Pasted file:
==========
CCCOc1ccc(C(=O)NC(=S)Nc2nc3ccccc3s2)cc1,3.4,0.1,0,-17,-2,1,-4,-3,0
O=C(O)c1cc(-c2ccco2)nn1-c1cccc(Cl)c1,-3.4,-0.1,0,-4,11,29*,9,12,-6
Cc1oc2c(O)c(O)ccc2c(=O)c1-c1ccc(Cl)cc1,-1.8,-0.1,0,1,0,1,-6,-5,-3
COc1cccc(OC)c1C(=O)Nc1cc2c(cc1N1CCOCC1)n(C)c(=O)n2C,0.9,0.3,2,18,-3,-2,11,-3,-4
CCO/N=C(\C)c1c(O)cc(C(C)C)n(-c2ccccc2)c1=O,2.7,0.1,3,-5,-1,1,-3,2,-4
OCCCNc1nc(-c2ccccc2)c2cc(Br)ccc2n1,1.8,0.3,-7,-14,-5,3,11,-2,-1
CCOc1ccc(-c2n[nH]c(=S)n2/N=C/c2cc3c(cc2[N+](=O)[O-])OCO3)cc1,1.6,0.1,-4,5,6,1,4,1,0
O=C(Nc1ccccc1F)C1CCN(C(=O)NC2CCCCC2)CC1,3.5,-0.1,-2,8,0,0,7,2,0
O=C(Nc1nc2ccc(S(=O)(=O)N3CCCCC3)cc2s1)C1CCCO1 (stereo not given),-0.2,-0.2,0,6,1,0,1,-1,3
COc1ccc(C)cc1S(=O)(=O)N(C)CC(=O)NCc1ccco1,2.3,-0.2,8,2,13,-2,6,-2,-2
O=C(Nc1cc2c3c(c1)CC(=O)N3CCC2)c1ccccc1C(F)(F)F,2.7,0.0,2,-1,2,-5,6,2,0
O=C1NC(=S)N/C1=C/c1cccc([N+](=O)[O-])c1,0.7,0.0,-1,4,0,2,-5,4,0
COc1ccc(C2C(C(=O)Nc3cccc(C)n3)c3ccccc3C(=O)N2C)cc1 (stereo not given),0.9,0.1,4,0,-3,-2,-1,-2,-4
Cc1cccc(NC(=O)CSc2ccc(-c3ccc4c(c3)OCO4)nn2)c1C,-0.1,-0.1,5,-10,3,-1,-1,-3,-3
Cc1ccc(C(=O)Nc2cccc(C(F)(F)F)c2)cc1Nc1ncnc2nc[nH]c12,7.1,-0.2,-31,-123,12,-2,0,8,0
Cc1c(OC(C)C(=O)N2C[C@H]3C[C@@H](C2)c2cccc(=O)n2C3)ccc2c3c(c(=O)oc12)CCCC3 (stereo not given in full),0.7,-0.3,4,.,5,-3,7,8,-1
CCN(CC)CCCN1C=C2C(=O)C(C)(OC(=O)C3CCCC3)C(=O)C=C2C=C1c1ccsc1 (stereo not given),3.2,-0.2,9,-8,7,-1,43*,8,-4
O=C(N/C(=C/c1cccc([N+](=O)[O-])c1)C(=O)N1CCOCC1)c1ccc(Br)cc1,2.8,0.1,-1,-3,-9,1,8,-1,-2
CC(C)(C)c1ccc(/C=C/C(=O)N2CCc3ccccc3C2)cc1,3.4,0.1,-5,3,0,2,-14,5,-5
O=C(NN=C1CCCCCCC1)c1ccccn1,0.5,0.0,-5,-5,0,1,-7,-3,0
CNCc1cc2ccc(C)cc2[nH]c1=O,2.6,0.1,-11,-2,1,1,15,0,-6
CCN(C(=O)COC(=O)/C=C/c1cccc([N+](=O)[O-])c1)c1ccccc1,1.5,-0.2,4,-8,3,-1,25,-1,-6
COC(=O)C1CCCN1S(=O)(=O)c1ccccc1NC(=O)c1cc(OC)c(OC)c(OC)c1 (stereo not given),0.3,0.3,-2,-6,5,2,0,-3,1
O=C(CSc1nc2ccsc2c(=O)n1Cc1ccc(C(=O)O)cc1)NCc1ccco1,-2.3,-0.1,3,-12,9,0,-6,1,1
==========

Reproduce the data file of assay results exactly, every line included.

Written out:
CCCOc1ccc(C(=O)NC(=S)Nc2nc3ccccc3s2)cc1,3.4,0.1,0,-17,-2,1,-4,-3,0
O=C(O)c1cc(-c2ccco2)nn1-c1cccc(Cl)c1,-3.4,-0.1,0,-4,11,29*,9,12,-6
Cc1oc2c(O)c(O)ccc2c(=O)c1-c1ccc(Cl)cc1,-1.8,-0.1,0,1,0,1,-6,-5,-3
COc1cccc(OC)c1C(=O)Nc1cc2c(cc1N1CCOCC1)n(C)c(=O)n2C,0.9,0.3,2,18,-3,-2,11,-3,-4
CCO/N=C(\C)c1c(O)cc(C(C)C)n(-c2ccccc2)c1=O,2.7,0.1,3,-5,-1,1,-3,2,-4
OCCCNc1nc(-c2ccccc2)c2cc(Br)ccc2n1,1.8,0.3,-7,-14,-5,3,11,-2,-1
CCOc1ccc(-c2n[nH]c(=S)n2/N=C/c2cc3c(cc2[N+](=O)[O-])OCO3)cc1,1.6,0.1,-4,5,6,1,4,1,0
O=C(Nc1ccccc1F)C1CCN(C(=O)NC2CCCCC2)CC1,3.5,-0.1,-2,8,0,0,7,2,0
O=C(Nc1nc2ccc(S(=O)(=O)N3CCCCC3)cc2s1)C1CCCO1 (stereo not given),-0.2,-0.2,0,6,1,0,1,-1,3
COc1ccc(C)cc1S(=O)(=O)N(C)CC(=O)NCc1ccco1,2.3,-0.2,8,2,13,-2,6,-2,-2
O=C(Nc1cc2c3c(c1)CC(=O)N3CCC2)c1ccccc1C(F)(F)F,2.7,0.0,2,-1,2,-5,6,2,0
O=C1NC(=S)N/C1=C/c1cccc([N+](=O)[O-])c1,0.7,0.0,-1,4,0,2,-5,4,0
COc1ccc(C2C(C(=O)Nc3cccc(C)n3)c3ccccc3C(=O)N2C)cc1 (stereo not given),0.9,0.1,4,0,-3,-2,-1,-2,-4
Cc1cccc(NC(=O)CSc2ccc(-c3ccc4c(c3)OCO4)nn2)c1C,-0.1,-0.1,5,-10,3,-1,-1,-3,-3
Cc1ccc(C(=O)Nc2cccc(C(F)(F)F)c2)cc1Nc1ncnc2nc[nH]c12,7.1,-0.2,-31,-123,12,-2,0,8,0
Cc1c(OC(C)C(=O)N2C[C@H]3C[C@@H](C2)c2cccc(=O)n2C3)ccc2c3c(c(=O)oc12)CCCC3 (stereo not given in full),0.7,-0.3,4,.,5,-3,7,8,-1
CCN(CC)CCCN1C=C2C(=O)C(C)(OC(=O)C3CCCC3)C(=O)C=C2C=C1c1ccsc1 (stereo not given),3.2,-0.2,9,-8,7,-1,43*,8,-4
O=C(N/C(=C/c1cccc([N+](=O)[O-])c1)C(=O)N1CCOCC1)c1ccc(Br)cc1,2.8,0.1,-1,-3,-9,1,8,-1,-2
CC(C)(C)c1ccc(/C=C/C(=O)N2CCc3ccccc3C2)cc1,3.4,0.1,-5,3,0,2,-14,5,-5
O=C(NN=C1CCCCCCC1)c1ccccn1,0.5,0.0,-5,-5,0,1,-7,-3,0
CNCc1cc2ccc(C)cc2[nH]c1=O,2.6,0.1,-11,-2,1,1,15,0,-6
CCN(C(=O)COC(=O)/C=C/c1cccc([N+](=O)[O-])c1)c1ccccc1,1.5,-0.2,4,-8,3,-1,25,-1,-6
COC(=O)C1CCCN1S(=O)(=O)c1ccccc1NC(=O)c1cc(OC)c(OC)c(OC)c1 (stereo not given),0.3,0.3,-2,-6,5,2,0,-3,1
O=C(CSc1nc2ccsc2c(=O)n1Cc1ccc(C(=O)O)cc1)NCc1ccco1,-2.3,-0.1,3,-12,9,0,-6,1,1